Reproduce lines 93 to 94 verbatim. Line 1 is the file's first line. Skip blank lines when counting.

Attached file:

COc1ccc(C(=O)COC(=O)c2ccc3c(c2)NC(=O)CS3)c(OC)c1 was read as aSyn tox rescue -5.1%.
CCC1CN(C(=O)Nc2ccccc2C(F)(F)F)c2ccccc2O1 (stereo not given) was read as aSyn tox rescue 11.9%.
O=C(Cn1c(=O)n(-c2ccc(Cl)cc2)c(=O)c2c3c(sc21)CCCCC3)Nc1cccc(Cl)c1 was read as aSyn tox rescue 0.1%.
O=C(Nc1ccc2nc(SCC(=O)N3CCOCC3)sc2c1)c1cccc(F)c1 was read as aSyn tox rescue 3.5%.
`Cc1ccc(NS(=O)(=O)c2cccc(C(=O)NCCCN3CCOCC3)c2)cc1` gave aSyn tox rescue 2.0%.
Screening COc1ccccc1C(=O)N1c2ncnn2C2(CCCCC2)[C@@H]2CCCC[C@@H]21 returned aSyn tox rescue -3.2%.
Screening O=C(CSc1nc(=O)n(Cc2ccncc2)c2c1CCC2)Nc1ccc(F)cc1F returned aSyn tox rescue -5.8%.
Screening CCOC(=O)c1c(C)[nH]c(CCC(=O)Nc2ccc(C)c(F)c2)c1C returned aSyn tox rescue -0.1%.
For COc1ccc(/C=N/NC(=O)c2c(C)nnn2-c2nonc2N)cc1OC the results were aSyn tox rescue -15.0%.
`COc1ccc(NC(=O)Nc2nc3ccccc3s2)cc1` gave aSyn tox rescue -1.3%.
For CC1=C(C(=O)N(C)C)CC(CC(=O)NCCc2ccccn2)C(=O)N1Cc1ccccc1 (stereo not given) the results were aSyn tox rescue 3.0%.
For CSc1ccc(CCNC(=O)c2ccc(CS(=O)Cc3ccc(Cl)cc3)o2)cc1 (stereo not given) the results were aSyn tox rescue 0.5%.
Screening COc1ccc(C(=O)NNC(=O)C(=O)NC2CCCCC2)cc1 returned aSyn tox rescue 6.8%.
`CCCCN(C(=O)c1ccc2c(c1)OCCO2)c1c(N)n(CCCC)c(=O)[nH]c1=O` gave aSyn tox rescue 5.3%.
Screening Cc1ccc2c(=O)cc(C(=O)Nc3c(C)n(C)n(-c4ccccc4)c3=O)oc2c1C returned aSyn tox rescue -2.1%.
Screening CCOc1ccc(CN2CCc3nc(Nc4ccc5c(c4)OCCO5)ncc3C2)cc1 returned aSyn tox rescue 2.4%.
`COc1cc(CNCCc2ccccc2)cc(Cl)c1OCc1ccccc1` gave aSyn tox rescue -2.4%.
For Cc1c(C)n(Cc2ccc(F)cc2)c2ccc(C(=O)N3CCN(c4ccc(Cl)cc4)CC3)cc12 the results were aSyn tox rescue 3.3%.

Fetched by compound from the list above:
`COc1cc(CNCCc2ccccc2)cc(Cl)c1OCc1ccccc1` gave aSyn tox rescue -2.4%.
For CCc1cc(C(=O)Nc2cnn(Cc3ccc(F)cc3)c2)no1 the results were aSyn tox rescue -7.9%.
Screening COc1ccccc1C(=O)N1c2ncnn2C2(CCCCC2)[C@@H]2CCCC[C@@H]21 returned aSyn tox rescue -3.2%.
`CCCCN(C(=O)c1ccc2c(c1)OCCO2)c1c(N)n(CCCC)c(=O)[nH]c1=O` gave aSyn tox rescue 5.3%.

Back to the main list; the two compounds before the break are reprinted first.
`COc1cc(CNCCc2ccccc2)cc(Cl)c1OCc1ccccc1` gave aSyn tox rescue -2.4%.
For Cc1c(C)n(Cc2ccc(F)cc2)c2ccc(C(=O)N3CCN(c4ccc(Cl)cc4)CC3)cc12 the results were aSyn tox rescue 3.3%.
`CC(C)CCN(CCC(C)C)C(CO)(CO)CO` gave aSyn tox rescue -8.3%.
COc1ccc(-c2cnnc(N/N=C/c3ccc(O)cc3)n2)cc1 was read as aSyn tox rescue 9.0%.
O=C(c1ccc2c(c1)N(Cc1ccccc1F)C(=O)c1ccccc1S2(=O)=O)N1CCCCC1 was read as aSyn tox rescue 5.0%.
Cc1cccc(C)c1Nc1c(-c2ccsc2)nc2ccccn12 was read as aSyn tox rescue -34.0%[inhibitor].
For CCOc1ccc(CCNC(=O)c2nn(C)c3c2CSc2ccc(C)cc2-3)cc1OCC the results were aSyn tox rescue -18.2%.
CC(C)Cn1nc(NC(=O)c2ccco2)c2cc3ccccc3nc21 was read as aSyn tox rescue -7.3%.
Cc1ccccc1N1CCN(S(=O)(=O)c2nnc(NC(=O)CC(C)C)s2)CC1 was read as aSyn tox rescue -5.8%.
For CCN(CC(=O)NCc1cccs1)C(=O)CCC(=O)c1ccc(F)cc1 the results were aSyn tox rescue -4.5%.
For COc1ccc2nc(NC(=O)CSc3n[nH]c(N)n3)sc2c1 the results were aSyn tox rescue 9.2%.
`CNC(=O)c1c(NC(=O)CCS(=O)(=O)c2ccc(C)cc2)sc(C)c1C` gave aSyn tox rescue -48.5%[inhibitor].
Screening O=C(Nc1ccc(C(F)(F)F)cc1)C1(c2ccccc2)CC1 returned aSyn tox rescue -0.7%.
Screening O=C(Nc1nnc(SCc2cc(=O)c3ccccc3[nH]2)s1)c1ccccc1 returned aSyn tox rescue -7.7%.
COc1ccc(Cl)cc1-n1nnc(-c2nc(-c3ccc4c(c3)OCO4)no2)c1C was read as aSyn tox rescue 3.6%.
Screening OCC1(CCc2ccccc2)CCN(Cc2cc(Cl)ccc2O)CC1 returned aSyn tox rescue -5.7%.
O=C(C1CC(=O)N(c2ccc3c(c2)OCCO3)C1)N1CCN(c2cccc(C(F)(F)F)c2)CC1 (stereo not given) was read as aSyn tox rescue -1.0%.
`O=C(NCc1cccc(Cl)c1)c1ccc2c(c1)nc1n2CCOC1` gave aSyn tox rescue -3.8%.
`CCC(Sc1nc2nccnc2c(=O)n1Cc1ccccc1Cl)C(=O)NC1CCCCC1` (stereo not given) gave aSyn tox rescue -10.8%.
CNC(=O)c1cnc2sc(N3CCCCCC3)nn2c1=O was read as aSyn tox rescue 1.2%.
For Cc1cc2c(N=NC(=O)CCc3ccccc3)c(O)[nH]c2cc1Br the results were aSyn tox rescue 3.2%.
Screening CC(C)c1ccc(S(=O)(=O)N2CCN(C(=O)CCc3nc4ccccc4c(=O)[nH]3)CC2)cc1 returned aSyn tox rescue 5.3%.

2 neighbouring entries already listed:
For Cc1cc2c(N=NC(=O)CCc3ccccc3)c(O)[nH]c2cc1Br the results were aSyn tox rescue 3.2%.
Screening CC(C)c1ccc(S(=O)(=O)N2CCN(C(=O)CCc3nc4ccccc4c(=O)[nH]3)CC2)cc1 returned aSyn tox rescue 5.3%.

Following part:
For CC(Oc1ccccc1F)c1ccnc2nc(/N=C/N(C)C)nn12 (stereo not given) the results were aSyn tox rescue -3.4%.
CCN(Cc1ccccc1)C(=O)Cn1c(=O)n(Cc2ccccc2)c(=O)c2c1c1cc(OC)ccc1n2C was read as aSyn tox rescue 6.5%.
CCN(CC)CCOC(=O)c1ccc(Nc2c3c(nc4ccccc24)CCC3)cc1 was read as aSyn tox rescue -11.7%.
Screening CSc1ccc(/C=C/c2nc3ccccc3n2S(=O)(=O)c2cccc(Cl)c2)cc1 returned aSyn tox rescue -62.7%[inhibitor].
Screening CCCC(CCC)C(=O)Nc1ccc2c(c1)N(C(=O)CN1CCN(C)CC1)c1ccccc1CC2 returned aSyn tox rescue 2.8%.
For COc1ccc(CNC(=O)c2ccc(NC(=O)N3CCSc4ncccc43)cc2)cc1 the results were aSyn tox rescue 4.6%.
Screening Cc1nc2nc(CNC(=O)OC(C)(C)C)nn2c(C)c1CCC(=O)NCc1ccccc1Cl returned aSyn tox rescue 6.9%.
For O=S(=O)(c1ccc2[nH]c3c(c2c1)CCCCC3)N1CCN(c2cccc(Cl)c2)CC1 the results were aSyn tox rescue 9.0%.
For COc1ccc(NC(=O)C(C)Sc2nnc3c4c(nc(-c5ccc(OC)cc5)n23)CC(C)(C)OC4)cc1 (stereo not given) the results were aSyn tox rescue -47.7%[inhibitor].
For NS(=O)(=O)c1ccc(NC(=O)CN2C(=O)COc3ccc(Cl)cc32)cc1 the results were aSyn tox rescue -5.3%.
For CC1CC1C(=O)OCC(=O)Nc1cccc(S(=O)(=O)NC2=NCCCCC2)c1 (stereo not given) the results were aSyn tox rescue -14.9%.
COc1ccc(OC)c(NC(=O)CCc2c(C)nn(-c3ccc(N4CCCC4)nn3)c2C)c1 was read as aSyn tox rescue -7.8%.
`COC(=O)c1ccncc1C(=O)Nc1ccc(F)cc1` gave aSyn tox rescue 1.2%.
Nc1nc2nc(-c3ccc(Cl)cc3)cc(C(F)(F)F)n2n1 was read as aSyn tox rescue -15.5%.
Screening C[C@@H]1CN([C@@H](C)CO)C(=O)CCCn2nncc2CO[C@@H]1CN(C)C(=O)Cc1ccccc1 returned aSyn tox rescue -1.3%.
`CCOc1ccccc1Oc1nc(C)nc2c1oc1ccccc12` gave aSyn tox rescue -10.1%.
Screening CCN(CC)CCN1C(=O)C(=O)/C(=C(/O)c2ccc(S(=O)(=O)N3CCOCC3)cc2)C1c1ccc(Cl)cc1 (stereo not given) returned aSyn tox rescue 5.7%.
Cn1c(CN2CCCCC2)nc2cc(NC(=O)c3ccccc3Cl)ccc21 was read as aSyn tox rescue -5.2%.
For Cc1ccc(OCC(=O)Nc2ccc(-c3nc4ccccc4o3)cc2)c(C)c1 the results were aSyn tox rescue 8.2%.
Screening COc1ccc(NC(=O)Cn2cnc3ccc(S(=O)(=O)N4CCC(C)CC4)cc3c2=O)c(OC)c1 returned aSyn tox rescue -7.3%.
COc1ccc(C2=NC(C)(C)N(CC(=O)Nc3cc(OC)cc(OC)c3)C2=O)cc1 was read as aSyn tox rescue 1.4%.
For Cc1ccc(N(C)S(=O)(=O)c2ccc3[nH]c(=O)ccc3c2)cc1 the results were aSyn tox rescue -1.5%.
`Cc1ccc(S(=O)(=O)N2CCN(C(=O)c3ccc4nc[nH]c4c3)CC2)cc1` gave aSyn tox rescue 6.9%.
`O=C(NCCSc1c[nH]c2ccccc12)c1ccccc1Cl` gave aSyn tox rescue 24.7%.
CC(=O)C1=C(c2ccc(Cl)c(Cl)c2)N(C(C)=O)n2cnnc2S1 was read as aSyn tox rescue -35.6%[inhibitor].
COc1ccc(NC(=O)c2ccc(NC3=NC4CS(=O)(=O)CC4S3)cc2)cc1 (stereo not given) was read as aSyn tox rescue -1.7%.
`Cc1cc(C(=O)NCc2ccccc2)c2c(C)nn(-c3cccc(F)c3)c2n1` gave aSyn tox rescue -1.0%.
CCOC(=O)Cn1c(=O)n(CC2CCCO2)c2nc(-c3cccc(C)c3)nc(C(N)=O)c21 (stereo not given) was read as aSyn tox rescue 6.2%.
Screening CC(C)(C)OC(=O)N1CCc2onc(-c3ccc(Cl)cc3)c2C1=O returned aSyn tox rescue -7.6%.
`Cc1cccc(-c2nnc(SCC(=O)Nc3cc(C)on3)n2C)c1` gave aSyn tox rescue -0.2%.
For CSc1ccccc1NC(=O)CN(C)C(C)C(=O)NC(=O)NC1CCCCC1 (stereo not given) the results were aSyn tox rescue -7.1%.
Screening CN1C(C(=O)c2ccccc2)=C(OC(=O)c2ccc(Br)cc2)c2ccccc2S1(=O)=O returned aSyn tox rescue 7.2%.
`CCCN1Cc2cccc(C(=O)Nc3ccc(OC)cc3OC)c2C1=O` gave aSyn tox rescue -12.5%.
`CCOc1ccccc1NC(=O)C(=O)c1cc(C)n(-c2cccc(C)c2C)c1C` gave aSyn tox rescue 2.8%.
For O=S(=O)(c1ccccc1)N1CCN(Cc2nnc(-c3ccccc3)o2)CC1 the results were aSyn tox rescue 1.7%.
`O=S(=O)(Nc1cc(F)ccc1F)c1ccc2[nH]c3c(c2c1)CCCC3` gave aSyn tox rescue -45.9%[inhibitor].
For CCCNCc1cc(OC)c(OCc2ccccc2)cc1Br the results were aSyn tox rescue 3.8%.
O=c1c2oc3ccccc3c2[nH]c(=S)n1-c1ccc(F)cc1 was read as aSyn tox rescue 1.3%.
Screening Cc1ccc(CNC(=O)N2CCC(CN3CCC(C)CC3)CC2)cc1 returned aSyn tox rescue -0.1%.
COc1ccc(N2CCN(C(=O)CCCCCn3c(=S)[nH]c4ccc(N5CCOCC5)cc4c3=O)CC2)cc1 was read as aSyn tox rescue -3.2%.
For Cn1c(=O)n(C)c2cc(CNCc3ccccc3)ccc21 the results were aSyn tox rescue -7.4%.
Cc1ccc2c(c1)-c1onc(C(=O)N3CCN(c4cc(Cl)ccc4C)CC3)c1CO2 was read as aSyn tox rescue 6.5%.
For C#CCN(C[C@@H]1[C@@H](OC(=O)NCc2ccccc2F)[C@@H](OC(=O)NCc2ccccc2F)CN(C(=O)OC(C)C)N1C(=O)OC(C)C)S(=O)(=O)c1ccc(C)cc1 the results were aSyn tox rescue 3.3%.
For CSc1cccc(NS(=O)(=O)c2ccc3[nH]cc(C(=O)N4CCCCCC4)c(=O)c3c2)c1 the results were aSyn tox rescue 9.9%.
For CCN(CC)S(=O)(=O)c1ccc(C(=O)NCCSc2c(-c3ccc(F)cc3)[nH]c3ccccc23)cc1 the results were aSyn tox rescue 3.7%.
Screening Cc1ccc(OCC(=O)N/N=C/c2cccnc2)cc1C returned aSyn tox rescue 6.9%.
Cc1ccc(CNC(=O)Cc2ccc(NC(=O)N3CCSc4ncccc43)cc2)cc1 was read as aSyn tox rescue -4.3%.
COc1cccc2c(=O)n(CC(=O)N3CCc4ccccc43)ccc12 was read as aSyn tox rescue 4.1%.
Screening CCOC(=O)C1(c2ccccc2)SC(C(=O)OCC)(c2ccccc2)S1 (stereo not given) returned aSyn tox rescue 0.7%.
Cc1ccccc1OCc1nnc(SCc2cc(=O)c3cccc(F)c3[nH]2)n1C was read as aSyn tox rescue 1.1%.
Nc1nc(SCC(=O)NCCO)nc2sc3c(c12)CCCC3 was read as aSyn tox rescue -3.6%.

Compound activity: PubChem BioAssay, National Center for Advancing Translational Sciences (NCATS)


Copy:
For C#CCN(C[C@@H]1[C@@H](OC(=O)NCc2ccccc2F)[C@@H](OC(=O)NCc2ccccc2F)CN(C(=O)OC(C)C)N1C(=O)OC(C)C)S(=O)(=O)c1ccc(C)cc1 the results were aSyn tox rescue 3.3%.
For CSc1cccc(NS(=O)(=O)c2ccc3[nH]cc(C(=O)N4CCCCCC4)c(=O)c3c2)c1 the results were aSyn tox rescue 9.9%.